If you want to look up a particular problem domain, to discover who they are using as their MX, you can instead do this:

cat (filename) | awk -F’@’ ‘{ print $2 }’ | xargs -n 1 host | grep “mail” | sort -u | grep (name of domain)

So, again, using twitter.com as an example, and our file name of ‘tmp’, you would do this:

cat tmp | awk -F’@’ ‘{ print $2 }’ | xargs -n 1 host | grep “mail” | sort -u | grep twitter

This yields this result in our sample:

bash-3.2$ cat tmp | awk -F’@’ ‘{ print $2 }’ | xargs -n 1 host | grep “mail” | sort -u | grep twitter
twitter.com mail is handled by 10 aspmx.l.google.com.
twitter.com mail is handled by 20 alt1.aspmx.l.google.com.
twitter.com mail is handled by 20 alt2.aspmx.l.google.com.
twitter.com mail is handled by 30 ASPMX2.GOOGLEMAIL.com.
twitter.com mail is handled by 30 ASPMX3.GOOGLEMAIL.com.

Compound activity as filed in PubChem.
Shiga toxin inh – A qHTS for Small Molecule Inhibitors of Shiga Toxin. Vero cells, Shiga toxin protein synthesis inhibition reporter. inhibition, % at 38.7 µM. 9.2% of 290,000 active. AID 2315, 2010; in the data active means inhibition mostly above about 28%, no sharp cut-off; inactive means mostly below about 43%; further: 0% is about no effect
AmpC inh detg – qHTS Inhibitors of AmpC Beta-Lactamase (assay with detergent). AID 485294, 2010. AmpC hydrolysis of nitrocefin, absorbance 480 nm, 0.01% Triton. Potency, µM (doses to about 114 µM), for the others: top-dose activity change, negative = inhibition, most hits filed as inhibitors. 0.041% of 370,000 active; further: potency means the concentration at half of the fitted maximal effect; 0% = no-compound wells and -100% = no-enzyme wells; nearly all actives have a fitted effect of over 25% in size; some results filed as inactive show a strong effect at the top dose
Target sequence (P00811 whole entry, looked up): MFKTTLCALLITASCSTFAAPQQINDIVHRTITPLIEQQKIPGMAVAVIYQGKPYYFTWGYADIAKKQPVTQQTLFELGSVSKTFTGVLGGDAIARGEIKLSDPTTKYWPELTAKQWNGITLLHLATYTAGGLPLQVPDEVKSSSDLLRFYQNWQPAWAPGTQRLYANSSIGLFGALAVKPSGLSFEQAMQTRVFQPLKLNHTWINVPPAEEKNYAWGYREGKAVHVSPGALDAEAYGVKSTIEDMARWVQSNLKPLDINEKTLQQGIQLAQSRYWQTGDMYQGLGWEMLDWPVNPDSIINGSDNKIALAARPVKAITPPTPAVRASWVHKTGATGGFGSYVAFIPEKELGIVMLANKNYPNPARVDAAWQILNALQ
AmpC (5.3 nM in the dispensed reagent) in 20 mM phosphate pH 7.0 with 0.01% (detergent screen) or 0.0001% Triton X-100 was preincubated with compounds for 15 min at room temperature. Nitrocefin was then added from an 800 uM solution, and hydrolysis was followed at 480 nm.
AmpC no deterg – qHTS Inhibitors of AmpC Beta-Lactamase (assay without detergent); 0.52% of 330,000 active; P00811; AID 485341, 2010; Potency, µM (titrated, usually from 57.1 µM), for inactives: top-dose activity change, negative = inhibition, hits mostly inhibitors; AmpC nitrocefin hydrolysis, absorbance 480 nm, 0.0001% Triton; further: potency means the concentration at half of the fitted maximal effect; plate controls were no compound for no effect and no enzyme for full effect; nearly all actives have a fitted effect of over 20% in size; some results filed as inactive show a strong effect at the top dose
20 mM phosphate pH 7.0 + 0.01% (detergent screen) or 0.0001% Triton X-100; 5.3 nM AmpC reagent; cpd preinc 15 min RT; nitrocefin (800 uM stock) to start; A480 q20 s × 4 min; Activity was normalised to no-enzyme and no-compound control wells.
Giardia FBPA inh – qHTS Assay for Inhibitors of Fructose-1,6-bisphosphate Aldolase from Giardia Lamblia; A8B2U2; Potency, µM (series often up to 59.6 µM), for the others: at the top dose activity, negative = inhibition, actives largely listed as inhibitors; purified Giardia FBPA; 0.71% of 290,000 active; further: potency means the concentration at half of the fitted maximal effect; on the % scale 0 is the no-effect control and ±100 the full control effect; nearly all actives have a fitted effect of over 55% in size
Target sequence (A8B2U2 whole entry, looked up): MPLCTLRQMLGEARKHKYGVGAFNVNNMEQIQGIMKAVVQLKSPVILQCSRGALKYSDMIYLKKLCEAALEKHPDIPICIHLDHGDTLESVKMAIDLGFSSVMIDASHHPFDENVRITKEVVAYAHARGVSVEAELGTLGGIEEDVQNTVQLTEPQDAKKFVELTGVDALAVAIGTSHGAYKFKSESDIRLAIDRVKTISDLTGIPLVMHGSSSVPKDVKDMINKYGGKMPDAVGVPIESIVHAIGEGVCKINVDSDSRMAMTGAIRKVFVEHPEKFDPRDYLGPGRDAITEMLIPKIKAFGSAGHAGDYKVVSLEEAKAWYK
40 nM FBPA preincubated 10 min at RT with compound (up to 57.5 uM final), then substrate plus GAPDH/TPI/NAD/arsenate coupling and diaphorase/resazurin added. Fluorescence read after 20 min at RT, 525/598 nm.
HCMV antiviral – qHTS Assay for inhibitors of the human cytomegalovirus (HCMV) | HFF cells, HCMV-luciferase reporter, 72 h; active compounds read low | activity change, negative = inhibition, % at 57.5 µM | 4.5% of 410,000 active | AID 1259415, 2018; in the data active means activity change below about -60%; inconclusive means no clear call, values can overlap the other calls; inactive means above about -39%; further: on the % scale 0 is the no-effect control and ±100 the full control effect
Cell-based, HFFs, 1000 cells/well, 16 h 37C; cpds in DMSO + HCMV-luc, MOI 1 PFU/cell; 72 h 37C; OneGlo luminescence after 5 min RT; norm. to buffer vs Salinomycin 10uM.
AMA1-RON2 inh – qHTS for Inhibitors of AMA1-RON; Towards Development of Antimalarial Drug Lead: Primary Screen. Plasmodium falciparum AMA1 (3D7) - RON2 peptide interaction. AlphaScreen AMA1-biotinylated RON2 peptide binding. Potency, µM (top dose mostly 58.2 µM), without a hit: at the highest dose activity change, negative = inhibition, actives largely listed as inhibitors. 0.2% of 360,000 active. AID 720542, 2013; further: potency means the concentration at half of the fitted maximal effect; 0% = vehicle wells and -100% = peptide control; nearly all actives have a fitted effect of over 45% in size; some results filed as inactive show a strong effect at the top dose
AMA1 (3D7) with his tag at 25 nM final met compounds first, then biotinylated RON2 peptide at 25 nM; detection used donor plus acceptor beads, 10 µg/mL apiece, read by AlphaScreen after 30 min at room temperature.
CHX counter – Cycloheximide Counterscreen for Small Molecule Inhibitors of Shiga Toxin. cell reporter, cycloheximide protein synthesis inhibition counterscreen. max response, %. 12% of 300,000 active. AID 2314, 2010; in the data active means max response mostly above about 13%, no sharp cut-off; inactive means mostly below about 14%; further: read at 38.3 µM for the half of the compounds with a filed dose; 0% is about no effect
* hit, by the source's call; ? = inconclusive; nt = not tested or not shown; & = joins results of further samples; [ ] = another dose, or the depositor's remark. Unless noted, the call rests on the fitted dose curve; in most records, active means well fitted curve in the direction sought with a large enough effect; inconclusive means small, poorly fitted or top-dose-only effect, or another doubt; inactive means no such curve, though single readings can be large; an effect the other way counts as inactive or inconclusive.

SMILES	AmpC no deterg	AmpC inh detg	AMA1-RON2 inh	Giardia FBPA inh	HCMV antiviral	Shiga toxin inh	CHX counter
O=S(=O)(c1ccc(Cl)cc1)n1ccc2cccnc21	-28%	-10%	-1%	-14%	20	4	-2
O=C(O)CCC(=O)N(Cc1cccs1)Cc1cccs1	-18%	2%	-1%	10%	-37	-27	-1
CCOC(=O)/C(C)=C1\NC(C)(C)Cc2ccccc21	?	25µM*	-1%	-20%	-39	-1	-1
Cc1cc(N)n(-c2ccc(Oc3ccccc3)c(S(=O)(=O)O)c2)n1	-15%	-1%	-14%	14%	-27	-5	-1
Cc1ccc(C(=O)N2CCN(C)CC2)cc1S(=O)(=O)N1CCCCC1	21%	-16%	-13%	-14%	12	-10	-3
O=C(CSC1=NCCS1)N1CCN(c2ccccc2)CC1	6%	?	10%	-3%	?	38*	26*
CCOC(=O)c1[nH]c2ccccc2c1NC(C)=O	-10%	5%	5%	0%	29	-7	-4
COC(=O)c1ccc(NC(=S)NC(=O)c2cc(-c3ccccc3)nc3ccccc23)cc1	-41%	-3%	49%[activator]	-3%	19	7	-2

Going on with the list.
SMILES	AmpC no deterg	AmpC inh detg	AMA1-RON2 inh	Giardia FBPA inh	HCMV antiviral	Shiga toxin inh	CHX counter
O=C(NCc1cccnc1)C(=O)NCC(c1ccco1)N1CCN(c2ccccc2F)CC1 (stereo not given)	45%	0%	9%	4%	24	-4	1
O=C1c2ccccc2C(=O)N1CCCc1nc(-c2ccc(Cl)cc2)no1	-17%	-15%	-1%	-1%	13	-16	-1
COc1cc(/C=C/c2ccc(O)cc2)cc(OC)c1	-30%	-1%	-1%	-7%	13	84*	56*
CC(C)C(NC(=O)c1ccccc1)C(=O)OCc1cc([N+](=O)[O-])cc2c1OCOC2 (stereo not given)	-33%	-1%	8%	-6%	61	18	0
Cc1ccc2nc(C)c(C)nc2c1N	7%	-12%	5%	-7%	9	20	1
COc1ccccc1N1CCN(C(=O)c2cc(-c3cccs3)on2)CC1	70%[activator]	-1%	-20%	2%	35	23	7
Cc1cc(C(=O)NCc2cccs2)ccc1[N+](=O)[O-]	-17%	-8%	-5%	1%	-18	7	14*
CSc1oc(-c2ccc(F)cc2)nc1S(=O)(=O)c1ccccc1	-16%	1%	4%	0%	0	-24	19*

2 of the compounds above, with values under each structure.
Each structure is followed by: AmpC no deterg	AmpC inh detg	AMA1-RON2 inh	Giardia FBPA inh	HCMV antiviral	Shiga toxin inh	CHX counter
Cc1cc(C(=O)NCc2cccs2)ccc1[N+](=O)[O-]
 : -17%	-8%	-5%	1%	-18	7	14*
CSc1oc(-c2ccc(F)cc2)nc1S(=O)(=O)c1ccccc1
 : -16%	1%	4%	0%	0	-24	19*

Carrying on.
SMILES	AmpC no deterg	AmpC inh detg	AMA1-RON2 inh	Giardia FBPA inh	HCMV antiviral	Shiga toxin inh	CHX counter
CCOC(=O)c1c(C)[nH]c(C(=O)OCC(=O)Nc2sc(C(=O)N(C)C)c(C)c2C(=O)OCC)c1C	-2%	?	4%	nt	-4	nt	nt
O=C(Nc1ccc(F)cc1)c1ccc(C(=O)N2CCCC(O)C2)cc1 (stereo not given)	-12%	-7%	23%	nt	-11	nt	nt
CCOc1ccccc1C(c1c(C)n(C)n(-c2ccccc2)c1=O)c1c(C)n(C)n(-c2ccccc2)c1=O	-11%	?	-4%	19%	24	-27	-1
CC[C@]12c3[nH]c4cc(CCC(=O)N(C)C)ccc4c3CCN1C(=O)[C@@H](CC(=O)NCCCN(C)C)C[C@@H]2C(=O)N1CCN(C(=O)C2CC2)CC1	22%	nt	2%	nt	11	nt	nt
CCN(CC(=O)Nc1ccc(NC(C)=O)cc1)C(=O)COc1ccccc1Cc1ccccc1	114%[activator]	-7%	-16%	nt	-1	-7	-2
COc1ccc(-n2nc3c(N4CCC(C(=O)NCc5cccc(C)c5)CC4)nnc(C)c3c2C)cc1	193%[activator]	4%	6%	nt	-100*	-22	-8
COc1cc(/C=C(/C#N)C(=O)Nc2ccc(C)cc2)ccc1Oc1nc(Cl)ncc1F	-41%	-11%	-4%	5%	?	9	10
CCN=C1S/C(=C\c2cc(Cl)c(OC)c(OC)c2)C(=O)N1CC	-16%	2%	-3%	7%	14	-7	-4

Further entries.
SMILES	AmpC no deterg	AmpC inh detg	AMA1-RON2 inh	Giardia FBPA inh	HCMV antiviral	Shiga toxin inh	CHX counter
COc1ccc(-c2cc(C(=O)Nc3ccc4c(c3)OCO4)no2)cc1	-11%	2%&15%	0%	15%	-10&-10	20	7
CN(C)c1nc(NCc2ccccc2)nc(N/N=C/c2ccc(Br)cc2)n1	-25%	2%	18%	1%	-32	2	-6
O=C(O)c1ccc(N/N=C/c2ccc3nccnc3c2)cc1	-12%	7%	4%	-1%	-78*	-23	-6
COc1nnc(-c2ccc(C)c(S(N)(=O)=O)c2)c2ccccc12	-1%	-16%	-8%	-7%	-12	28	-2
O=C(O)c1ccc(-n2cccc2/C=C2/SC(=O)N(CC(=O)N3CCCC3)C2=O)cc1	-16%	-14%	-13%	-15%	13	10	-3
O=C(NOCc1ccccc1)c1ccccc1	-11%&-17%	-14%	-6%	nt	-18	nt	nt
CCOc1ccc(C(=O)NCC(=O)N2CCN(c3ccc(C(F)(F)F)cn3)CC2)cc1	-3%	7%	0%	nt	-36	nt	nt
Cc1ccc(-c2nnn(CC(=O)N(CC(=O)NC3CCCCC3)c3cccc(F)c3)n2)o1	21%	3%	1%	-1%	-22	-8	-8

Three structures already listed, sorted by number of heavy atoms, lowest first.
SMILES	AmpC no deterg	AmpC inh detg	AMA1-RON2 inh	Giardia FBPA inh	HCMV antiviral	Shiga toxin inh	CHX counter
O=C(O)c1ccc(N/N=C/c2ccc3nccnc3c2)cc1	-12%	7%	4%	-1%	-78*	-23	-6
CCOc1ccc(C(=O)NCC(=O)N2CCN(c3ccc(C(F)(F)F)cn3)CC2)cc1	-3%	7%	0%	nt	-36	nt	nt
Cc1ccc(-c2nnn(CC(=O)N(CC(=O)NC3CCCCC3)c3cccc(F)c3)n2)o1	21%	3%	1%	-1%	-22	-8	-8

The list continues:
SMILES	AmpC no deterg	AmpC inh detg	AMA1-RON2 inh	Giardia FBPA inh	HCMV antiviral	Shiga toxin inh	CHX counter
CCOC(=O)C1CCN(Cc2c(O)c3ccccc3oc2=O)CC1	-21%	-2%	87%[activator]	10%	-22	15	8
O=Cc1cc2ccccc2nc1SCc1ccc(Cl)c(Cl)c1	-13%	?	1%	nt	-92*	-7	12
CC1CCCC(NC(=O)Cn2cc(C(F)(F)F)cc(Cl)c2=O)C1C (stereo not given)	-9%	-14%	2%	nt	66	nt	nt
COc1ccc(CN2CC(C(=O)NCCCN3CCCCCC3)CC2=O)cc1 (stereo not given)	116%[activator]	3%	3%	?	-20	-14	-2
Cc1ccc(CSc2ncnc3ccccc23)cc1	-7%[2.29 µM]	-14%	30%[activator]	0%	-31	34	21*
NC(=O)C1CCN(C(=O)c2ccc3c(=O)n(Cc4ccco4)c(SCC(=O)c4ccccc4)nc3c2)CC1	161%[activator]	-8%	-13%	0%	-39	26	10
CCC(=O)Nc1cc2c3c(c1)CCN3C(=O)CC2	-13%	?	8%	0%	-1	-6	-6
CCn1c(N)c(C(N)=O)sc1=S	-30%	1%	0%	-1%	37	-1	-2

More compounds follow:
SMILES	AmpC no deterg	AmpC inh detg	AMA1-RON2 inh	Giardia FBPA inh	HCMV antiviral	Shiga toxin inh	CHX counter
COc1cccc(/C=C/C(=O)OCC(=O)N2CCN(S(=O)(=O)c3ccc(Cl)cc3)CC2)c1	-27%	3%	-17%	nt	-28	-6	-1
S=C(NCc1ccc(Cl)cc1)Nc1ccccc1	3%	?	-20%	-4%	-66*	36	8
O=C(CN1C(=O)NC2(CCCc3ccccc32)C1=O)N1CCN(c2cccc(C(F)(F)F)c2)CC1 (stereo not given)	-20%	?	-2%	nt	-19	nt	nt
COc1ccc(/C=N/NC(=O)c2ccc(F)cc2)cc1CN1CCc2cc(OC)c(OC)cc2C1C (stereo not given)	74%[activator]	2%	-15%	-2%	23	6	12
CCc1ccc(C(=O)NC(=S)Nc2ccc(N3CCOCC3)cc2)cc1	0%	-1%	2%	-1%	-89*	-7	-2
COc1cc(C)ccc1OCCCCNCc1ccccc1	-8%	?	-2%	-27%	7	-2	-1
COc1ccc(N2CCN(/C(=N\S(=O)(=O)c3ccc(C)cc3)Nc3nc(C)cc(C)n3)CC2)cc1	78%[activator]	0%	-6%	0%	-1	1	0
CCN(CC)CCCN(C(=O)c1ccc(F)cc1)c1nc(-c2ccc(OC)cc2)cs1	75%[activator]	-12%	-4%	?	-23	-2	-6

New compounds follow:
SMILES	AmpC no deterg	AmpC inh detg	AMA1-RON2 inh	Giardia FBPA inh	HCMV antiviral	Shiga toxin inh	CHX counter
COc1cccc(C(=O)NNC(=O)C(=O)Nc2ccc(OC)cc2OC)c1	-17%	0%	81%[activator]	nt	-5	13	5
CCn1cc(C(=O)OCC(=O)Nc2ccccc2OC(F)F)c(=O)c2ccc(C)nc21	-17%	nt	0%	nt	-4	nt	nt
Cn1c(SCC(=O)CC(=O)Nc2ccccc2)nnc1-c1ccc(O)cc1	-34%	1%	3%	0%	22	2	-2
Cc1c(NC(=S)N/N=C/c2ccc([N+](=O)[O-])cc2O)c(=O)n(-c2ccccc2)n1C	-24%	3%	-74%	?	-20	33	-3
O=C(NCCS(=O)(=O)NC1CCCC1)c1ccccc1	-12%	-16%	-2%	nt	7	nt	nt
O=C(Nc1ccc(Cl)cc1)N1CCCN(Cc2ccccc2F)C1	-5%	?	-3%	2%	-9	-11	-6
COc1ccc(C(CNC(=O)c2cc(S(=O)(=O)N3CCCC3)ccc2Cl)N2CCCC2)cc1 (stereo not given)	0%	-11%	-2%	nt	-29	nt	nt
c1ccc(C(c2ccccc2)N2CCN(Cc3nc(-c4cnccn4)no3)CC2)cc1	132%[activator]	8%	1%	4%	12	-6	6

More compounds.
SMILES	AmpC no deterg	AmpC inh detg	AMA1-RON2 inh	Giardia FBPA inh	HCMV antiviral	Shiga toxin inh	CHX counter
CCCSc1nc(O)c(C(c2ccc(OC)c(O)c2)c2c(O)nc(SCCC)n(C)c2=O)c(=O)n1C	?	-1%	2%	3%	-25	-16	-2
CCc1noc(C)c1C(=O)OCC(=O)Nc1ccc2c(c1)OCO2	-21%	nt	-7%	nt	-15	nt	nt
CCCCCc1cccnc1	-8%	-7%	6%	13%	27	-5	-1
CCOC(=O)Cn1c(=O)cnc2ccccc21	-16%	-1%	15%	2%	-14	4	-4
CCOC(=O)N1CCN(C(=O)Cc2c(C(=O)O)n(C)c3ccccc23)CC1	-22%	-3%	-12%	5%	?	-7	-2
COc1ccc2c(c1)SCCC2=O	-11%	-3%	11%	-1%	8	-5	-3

twitter.com mail is handled by 30 aspmx2.googlemail.com.
twitter.com mail is handled by 30 aspmx3.googlemail.com.

So what does all of this mean? It means that if you are having a deliverability issue with Twitter email addresses, your problem is at least as likely to be (and probably more likely to be) a problem with Google than actually with Twitter, as Twitter uses Google as their email carrier.

Many thanks to our colleague Michael Wise for his assistance with this!

If all of this is making your eyes glaze over, keep in mind that we can help you with your deliverability issues, and even certify your email as coming from a certified sender (you can email us here). But at least now you know how to do this for yourself.